Meditations on Water
I cling to the railing of the bridge watching the cool North Atlantic race beneath my splayed legs sixteen feet below. This is where you learn about currents, about how fast the ocean can run. My father maneuvers himself around, so that his back is to the rails, his chest to the open sea. There is barely enough room for his heels. You remember what to do? He asks. Jump, I reply. As soon as my feet touch the water, he says, eyes sparkling, boyish. He is already proud. Not because he knows I will jump, but because he knows I trust him. Without warning, he leaps from the bridge. As soon as his feet touch the water, I hurl myself into the channel. The cold is mythical. This is the water of Greenland sharks, and shipwrecks. A hand pulls me to the surface by my elbow. The water of fathers and daughters.
I peruse a clothesline of art and photographs in an elementary school gym. There are pastel landscapes, Picassos, a janitor’s mop. I study a watercolor of the Bow River matted on blue paper painted by an eight-year-old. The riverbanks team with life: long-necked geese, bushes, coffee cups. A homeless camp. I buy the painting. Later that night I watch the real river overflow its banks. Geese and garbage float down the street. Possessions are swept away. Encampments, dinners, socks, homes. I hang the watercolor in my house on the hill, far from the river, far from the flood, the sirens and the mud.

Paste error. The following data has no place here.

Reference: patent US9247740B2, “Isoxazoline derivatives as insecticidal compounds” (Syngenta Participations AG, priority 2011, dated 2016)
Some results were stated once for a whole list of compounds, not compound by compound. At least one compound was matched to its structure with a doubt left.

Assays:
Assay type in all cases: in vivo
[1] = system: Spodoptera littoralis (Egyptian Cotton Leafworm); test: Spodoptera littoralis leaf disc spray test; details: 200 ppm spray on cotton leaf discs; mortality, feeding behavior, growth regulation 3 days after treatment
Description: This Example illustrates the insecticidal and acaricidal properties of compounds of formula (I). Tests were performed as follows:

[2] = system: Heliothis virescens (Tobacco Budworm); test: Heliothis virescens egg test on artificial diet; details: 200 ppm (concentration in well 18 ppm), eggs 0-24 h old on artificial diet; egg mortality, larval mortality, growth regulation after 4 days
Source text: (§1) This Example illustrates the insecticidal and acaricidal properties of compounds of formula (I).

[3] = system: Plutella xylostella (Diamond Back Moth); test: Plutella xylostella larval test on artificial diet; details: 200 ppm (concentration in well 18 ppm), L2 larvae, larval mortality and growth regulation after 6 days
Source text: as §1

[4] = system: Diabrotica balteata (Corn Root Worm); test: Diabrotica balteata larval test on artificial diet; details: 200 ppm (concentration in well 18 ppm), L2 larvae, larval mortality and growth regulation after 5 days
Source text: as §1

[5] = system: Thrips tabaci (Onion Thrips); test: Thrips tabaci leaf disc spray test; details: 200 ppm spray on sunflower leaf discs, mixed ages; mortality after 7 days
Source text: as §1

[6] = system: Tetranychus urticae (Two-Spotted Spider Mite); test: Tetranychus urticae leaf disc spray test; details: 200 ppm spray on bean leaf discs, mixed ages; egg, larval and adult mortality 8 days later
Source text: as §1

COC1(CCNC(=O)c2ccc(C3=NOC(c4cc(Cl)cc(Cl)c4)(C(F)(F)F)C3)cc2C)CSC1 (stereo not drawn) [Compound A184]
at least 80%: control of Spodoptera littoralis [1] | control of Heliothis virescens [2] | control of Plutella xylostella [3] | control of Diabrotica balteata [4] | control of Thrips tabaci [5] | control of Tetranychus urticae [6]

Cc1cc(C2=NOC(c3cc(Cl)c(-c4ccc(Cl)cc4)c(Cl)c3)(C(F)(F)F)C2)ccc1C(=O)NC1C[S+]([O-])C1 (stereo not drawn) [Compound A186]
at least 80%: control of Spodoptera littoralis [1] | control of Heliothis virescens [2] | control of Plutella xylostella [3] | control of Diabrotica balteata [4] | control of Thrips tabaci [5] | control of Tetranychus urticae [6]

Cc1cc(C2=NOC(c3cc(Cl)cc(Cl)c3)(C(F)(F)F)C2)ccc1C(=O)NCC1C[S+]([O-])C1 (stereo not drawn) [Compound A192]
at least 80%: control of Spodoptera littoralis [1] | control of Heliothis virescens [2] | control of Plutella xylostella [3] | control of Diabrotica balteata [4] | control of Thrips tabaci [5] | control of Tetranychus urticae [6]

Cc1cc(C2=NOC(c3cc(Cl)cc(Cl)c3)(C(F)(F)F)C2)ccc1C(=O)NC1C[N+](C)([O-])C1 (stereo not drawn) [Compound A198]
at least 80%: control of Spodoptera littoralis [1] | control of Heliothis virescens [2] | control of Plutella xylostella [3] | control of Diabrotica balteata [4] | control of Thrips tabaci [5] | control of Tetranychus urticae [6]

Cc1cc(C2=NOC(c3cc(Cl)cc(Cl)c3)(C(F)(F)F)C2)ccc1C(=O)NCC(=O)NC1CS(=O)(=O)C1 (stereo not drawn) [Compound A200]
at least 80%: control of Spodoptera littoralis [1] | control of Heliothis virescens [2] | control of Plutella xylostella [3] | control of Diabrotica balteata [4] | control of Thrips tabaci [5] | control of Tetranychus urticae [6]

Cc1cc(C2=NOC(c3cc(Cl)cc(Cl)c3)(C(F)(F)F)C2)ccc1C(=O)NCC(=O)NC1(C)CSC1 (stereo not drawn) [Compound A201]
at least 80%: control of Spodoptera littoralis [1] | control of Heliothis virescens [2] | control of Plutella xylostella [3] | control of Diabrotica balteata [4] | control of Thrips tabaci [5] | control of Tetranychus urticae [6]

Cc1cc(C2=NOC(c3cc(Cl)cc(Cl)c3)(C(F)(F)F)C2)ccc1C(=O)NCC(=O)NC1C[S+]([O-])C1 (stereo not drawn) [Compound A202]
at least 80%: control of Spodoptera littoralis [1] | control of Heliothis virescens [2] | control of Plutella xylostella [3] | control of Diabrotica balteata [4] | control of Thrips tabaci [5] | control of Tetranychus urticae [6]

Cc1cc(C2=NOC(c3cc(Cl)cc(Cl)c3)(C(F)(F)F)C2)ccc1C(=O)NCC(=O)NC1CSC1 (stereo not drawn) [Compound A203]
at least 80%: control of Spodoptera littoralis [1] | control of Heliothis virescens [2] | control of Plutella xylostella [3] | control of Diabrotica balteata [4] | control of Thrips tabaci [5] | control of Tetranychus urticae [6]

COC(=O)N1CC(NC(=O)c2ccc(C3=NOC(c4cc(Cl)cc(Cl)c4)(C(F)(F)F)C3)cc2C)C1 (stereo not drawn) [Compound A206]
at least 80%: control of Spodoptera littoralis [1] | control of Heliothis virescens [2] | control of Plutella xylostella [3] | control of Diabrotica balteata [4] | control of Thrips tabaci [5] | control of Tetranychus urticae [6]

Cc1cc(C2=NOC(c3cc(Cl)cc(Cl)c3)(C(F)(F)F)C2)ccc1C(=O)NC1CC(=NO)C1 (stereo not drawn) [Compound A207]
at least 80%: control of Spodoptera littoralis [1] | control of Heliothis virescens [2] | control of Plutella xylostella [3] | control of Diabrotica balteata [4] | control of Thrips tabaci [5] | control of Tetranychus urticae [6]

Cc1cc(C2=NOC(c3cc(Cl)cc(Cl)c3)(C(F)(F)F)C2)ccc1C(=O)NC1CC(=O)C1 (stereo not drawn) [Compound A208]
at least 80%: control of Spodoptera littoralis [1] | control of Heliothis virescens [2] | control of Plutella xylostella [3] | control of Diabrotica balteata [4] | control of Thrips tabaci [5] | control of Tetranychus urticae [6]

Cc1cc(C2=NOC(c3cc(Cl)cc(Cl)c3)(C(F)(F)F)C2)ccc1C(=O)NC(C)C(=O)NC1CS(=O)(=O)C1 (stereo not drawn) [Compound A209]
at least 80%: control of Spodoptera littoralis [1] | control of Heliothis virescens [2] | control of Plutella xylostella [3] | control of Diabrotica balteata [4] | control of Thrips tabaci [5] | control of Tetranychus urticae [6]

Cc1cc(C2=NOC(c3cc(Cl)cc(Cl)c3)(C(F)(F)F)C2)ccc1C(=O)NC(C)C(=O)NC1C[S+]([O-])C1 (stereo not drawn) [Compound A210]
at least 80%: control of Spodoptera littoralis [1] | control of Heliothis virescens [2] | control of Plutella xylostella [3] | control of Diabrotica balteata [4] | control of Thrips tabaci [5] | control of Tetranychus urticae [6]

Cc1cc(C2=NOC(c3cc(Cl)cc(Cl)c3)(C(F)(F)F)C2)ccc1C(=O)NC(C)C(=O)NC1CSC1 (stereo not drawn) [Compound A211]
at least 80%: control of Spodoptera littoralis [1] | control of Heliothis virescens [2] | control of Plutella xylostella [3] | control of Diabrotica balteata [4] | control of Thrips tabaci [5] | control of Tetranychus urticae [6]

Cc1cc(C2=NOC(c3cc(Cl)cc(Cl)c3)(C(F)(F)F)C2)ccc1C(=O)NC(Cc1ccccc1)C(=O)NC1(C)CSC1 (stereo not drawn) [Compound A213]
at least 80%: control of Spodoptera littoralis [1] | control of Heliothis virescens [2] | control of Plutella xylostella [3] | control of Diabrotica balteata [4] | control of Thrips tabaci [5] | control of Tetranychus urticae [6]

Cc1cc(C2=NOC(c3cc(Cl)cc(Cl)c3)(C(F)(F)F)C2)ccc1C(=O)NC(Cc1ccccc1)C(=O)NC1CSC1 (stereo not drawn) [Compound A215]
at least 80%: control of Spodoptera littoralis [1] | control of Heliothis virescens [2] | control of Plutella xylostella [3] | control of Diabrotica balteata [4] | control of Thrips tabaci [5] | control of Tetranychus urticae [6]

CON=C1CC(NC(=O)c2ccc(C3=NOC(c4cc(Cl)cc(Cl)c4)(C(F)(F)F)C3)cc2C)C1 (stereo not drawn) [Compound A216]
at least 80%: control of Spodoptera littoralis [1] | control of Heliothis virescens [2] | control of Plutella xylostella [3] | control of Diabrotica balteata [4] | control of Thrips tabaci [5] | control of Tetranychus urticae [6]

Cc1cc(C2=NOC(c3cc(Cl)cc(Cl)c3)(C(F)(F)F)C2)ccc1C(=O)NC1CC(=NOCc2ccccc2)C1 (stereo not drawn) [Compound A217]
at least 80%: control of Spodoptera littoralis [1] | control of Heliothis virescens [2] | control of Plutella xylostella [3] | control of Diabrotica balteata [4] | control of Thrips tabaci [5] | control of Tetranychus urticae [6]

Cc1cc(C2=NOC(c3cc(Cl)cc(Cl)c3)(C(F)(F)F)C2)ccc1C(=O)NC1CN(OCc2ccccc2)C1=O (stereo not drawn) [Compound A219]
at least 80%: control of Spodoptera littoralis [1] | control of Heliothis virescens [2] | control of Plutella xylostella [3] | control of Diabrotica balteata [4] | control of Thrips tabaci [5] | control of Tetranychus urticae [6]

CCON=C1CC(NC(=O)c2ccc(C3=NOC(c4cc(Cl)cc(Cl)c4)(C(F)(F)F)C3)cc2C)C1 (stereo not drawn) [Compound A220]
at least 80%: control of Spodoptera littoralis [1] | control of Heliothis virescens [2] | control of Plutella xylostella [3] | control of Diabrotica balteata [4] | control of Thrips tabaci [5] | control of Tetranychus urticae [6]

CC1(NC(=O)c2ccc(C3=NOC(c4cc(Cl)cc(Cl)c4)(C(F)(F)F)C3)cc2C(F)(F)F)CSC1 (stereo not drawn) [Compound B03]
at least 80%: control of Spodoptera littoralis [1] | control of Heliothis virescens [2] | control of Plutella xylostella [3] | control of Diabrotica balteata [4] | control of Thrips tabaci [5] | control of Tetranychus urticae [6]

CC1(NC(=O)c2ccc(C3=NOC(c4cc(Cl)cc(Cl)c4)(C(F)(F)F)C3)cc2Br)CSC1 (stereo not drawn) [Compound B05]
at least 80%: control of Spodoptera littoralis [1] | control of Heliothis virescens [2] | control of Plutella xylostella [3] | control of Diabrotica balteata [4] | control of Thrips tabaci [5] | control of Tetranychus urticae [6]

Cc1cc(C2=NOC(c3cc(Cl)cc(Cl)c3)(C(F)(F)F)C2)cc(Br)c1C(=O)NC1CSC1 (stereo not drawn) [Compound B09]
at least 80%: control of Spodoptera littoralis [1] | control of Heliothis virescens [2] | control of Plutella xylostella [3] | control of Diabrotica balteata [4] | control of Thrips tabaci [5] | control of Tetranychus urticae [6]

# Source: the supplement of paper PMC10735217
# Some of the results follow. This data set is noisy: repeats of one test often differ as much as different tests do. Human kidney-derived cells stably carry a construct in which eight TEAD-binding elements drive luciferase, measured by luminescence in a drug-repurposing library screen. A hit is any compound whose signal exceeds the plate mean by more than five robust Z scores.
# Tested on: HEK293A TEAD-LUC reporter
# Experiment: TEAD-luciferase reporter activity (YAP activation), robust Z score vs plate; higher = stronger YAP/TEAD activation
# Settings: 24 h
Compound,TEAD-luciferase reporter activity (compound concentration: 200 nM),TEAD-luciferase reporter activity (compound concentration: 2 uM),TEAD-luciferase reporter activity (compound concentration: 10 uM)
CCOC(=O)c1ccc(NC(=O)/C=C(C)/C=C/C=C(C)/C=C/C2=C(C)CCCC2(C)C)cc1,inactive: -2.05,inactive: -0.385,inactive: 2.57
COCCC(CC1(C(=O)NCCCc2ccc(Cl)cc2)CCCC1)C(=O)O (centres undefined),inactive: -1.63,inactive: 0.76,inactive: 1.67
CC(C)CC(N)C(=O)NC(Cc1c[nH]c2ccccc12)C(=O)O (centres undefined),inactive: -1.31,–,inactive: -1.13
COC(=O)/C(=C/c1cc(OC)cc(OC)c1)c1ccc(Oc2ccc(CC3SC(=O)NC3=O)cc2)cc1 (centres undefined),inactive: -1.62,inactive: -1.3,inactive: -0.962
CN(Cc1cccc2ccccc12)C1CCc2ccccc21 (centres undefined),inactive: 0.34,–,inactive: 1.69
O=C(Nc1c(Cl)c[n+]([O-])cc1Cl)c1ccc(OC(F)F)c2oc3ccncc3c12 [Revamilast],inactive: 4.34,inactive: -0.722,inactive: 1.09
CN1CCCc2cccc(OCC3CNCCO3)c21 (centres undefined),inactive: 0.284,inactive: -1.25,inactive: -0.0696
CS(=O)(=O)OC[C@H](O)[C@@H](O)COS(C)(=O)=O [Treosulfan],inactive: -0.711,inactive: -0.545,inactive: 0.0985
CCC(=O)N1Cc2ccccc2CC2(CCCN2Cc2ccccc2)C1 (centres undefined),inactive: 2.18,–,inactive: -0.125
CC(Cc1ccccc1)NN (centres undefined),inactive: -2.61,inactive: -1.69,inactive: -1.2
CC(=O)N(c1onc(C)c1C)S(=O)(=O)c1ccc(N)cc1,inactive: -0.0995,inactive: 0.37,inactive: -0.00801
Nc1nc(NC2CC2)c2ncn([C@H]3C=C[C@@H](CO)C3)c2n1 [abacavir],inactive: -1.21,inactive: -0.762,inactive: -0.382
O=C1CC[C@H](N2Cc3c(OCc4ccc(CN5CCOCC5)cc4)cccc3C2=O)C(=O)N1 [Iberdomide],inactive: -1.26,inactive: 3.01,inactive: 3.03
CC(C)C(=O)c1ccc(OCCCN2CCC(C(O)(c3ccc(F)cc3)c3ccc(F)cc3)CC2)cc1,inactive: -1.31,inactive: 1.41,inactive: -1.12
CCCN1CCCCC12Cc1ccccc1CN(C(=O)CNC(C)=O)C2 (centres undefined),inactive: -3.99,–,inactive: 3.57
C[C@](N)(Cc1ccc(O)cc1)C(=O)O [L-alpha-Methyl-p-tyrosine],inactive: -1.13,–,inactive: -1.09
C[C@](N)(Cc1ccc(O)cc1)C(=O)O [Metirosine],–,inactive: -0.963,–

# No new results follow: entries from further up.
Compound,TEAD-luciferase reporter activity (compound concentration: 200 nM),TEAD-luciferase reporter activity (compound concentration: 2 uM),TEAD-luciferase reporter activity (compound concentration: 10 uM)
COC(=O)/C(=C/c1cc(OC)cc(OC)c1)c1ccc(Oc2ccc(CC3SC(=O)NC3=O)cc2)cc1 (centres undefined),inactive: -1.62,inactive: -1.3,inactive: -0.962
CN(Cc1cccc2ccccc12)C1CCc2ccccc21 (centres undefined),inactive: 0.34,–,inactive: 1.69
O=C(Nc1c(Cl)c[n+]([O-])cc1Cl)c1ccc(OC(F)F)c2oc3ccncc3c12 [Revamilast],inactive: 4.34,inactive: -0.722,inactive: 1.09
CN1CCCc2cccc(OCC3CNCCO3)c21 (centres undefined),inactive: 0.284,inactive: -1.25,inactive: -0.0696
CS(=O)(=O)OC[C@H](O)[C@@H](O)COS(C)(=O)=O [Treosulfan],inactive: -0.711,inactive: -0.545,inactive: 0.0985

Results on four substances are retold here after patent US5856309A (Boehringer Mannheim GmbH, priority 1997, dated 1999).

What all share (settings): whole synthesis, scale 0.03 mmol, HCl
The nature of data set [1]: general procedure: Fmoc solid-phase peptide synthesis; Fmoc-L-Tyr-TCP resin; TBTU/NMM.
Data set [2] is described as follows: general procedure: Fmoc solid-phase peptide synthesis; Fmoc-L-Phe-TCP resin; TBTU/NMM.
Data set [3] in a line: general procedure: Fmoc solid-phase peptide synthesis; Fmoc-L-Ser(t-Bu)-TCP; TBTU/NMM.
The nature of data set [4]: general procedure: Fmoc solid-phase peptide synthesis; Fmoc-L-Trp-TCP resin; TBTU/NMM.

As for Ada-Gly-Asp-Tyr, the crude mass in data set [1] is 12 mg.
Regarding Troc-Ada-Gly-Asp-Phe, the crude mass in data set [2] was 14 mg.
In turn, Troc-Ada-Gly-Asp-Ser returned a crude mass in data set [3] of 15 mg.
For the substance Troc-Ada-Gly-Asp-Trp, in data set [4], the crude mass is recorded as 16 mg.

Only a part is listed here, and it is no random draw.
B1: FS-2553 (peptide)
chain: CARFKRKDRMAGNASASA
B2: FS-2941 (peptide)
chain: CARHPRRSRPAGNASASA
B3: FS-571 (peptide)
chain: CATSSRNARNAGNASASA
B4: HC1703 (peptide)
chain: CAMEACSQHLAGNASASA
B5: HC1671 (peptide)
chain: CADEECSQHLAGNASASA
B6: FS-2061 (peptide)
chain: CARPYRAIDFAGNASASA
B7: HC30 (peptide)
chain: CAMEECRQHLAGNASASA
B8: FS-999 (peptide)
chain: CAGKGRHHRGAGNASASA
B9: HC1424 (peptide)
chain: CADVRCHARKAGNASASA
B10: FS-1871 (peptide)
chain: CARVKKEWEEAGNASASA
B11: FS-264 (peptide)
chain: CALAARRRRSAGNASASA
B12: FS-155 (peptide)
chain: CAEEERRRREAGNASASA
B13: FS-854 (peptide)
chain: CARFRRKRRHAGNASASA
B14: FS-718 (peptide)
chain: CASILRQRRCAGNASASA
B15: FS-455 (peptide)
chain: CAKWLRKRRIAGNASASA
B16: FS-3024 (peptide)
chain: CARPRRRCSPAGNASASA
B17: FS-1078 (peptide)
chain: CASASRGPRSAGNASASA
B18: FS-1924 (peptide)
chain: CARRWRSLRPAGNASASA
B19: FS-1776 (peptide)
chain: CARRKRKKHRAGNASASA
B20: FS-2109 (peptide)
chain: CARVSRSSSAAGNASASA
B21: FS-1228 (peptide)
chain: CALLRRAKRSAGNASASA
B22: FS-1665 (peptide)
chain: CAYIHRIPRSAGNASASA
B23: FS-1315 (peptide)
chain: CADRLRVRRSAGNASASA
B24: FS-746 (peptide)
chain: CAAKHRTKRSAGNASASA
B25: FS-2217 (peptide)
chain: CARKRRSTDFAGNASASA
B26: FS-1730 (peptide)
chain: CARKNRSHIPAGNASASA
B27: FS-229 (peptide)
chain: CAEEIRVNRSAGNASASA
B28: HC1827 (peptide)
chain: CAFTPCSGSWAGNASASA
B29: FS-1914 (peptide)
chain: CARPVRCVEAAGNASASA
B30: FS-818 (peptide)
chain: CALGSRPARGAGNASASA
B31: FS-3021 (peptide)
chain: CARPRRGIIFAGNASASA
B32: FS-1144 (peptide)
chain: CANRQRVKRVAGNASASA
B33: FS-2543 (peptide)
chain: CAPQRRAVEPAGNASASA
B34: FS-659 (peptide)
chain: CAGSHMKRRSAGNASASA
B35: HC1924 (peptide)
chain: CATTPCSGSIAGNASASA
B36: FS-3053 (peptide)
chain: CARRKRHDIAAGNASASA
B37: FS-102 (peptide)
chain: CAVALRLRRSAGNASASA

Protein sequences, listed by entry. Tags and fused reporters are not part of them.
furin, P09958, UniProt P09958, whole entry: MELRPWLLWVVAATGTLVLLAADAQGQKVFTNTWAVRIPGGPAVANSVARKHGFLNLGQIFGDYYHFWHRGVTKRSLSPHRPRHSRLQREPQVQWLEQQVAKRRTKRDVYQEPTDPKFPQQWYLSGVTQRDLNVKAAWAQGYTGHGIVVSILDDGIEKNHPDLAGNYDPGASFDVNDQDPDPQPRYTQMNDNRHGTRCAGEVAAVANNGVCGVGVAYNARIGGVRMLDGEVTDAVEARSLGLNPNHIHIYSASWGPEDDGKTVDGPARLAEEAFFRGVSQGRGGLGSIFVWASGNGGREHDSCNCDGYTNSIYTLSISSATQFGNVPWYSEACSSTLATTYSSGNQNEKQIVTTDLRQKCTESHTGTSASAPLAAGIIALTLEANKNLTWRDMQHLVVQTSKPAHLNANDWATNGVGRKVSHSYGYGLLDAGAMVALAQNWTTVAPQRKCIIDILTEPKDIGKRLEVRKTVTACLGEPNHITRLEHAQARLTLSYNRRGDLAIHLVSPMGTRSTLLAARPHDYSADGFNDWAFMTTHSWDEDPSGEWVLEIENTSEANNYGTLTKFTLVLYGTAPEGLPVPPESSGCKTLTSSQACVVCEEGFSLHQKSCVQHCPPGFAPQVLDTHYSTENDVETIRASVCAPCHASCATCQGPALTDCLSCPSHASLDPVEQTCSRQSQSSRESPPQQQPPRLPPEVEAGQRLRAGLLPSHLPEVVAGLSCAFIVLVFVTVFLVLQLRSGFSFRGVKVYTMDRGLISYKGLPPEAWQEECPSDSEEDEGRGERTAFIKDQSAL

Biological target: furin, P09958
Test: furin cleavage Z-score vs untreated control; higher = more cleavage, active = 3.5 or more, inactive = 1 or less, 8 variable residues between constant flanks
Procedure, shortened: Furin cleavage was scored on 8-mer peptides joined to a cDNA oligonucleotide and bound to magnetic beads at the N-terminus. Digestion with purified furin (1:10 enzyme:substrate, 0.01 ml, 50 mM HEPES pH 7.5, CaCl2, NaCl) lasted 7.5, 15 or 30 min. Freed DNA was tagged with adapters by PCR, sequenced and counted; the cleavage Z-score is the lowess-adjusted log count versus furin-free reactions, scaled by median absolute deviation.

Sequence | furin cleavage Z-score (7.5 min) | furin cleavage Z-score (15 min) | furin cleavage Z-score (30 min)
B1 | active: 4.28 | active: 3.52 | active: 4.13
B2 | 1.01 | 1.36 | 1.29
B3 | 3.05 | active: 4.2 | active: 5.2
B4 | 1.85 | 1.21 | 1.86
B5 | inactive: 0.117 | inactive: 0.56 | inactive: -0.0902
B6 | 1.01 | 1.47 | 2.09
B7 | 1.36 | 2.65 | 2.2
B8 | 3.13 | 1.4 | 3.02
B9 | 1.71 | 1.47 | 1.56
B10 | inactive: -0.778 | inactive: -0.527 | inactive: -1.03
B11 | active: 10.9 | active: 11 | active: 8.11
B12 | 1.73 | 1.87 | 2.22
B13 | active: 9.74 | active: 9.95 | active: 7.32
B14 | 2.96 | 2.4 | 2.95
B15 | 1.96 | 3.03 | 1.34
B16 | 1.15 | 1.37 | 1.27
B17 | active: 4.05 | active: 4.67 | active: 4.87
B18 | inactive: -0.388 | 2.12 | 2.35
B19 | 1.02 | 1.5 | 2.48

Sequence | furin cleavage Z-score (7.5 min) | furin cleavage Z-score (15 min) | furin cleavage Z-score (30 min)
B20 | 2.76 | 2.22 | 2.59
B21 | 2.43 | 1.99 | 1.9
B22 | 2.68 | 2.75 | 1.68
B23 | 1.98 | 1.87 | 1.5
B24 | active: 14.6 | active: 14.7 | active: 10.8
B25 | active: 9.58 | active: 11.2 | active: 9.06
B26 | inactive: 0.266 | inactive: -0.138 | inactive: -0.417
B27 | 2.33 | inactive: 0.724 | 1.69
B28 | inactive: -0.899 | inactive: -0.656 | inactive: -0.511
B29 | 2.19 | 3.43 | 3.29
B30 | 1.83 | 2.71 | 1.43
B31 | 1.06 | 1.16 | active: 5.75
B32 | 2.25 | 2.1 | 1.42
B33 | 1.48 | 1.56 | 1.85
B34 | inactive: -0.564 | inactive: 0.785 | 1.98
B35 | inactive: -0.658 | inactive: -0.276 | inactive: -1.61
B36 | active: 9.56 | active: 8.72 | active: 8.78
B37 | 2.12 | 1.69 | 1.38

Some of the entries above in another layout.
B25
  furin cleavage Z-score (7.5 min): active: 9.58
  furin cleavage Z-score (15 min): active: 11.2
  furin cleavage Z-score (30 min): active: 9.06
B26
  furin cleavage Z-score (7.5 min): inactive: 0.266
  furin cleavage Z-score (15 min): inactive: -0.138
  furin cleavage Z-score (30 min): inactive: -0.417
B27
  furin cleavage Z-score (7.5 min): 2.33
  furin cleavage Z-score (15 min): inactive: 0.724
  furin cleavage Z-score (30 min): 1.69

I am nine months old, thick-thighed and copper-haired, when my sister carries me the length of the diving board and drops me in the community pool. It’s a hot day, a dirty year. 1979. The asphalt steams, the music sweats and I sink to the bottom, like a disco ball. My father is quick to retrieve me. Superhero, my sister will later recall. You didn’t make a sound.
My flippers are too big. I am snorkeling at John Smith’s Bay with its pink sand and jagged reefs. I can hear my breath under water, labored and rubbery. Fish with lumpy eyes swim beneath me, in straight lines, in swishes, in schools. The sun burns my shoulder blades. I want to see a shark. I don’t want to see a shark. I surface to catch myself, to breathe. I’ve snorkeled twenty-thousand leagues from shore. I imagine fins, black eyes, barbs, barracudas. My father waves from the shoreline and I swim like a sailor, lost at sea.